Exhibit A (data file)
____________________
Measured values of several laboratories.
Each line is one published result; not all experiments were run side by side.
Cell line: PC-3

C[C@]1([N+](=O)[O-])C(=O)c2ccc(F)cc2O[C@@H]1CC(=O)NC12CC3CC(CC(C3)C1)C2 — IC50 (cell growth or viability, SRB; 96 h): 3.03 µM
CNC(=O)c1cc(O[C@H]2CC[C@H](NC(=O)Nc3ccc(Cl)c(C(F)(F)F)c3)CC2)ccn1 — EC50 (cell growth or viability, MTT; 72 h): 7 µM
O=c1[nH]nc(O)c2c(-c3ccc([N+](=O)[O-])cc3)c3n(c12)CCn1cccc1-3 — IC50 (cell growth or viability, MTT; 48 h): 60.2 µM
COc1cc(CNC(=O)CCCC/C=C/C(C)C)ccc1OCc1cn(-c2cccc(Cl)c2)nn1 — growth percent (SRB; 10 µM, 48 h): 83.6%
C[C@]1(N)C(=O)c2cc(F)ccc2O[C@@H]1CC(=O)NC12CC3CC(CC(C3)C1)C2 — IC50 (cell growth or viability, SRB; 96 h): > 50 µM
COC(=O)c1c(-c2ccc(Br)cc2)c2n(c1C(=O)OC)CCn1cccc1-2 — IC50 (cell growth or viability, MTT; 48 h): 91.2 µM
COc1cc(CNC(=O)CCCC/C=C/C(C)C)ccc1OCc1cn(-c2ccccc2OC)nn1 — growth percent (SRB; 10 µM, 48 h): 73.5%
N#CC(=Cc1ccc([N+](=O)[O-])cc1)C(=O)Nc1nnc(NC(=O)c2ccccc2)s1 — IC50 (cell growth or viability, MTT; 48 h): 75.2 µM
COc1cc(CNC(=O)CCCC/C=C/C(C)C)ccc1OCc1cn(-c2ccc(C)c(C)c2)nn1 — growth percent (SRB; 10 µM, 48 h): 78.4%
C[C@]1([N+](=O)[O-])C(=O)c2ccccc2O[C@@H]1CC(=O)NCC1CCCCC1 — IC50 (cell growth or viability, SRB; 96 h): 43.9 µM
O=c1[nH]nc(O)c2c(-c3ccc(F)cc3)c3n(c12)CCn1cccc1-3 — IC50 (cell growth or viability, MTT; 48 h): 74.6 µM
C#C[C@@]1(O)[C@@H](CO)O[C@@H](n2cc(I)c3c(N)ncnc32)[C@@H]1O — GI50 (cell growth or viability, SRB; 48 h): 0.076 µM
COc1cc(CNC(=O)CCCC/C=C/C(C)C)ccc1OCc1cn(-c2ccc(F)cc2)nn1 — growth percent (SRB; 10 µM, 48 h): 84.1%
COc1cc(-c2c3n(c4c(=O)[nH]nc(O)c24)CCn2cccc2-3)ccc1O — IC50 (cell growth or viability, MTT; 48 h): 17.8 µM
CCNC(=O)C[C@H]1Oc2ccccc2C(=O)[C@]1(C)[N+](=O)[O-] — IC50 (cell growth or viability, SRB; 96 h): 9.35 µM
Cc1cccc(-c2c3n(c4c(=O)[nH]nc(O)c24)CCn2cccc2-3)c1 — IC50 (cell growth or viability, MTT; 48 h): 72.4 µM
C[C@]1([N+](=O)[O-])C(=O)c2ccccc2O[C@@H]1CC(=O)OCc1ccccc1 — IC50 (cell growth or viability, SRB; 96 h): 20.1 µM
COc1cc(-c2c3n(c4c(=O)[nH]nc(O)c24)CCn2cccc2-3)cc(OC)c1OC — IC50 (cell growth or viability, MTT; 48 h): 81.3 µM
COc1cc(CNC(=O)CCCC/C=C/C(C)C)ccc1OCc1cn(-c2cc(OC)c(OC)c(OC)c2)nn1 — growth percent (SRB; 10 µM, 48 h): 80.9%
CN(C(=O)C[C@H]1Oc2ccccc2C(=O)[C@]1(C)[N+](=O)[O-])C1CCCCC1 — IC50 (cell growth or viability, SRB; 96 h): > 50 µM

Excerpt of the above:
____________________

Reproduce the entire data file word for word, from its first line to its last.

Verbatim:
Measured values of several laboratories.
Each line is one published result; not all experiments were run side by side.
Cell line: PC-3

C[C@]1([N+](=O)[O-])C(=O)c2ccc(F)cc2O[C@@H]1CC(=O)NC12CC3CC(CC(C3)C1)C2 — IC50 (cell growth or viability, SRB; 96 h): 3.03 µM
CNC(=O)c1cc(O[C@H]2CC[C@H](NC(=O)Nc3ccc(Cl)c(C(F)(F)F)c3)CC2)ccn1 — EC50 (cell growth or viability, MTT; 72 h): 7 µM
O=c1[nH]nc(O)c2c(-c3ccc([N+](=O)[O-])cc3)c3n(c12)CCn1cccc1-3 — IC50 (cell growth or viability, MTT; 48 h): 60.2 µM
COc1cc(CNC(=O)CCCC/C=C/C(C)C)ccc1OCc1cn(-c2cccc(Cl)c2)nn1 — growth percent (SRB; 10 µM, 48 h): 83.6%
C[C@]1(N)C(=O)c2cc(F)ccc2O[C@@H]1CC(=O)NC12CC3CC(CC(C3)C1)C2 — IC50 (cell growth or viability, SRB; 96 h): > 50 µM
COC(=O)c1c(-c2ccc(Br)cc2)c2n(c1C(=O)OC)CCn1cccc1-2 — IC50 (cell growth or viability, MTT; 48 h): 91.2 µM
COc1cc(CNC(=O)CCCC/C=C/C(C)C)ccc1OCc1cn(-c2ccccc2OC)nn1 — growth percent (SRB; 10 µM, 48 h): 73.5%
N#CC(=Cc1ccc([N+](=O)[O-])cc1)C(=O)Nc1nnc(NC(=O)c2ccccc2)s1 — IC50 (cell growth or viability, MTT; 48 h): 75.2 µM
COc1cc(CNC(=O)CCCC/C=C/C(C)C)ccc1OCc1cn(-c2ccc(C)c(C)c2)nn1 — growth percent (SRB; 10 µM, 48 h): 78.4%
C[C@]1([N+](=O)[O-])C(=O)c2ccccc2O[C@@H]1CC(=O)NCC1CCCCC1 — IC50 (cell growth or viability, SRB; 96 h): 43.9 µM
O=c1[nH]nc(O)c2c(-c3ccc(F)cc3)c3n(c12)CCn1cccc1-3 — IC50 (cell growth or viability, MTT; 48 h): 74.6 µM
C#C[C@@]1(O)[C@@H](CO)O[C@@H](n2cc(I)c3c(N)ncnc32)[C@@H]1O — GI50 (cell growth or viability, SRB; 48 h): 0.076 µM
COc1cc(CNC(=O)CCCC/C=C/C(C)C)ccc1OCc1cn(-c2ccc(F)cc2)nn1 — growth percent (SRB; 10 µM, 48 h): 84.1%
COc1cc(-c2c3n(c4c(=O)[nH]nc(O)c24)CCn2cccc2-3)ccc1O — IC50 (cell growth or viability, MTT; 48 h): 17.8 µM
CCNC(=O)C[C@H]1Oc2ccccc2C(=O)[C@]1(C)[N+](=O)[O-] — IC50 (cell growth or viability, SRB; 96 h): 9.35 µM
Cc1cccc(-c2c3n(c4c(=O)[nH]nc(O)c24)CCn2cccc2-3)c1 — IC50 (cell growth or viability, MTT; 48 h): 72.4 µM
C[C@]1([N+](=O)[O-])C(=O)c2ccccc2O[C@@H]1CC(=O)OCc1ccccc1 — IC50 (cell growth or viability, SRB; 96 h): 20.1 µM
COc1cc(-c2c3n(c4c(=O)[nH]nc(O)c24)CCn2cccc2-3)cc(OC)c1OC — IC50 (cell growth or viability, MTT; 48 h): 81.3 µM
COc1cc(CNC(=O)CCCC/C=C/C(C)C)ccc1OCc1cn(-c2cc(OC)c(OC)c(OC)c2)nn1 — growth percent (SRB; 10 µM, 48 h): 80.9%
CN(C(=O)C[C@H]1Oc2ccccc2C(=O)[C@]1(C)[N+](=O)[O-])C1CCCCC1 — IC50 (cell growth or viability, SRB; 96 h): > 50 µM

Excerpt of the above: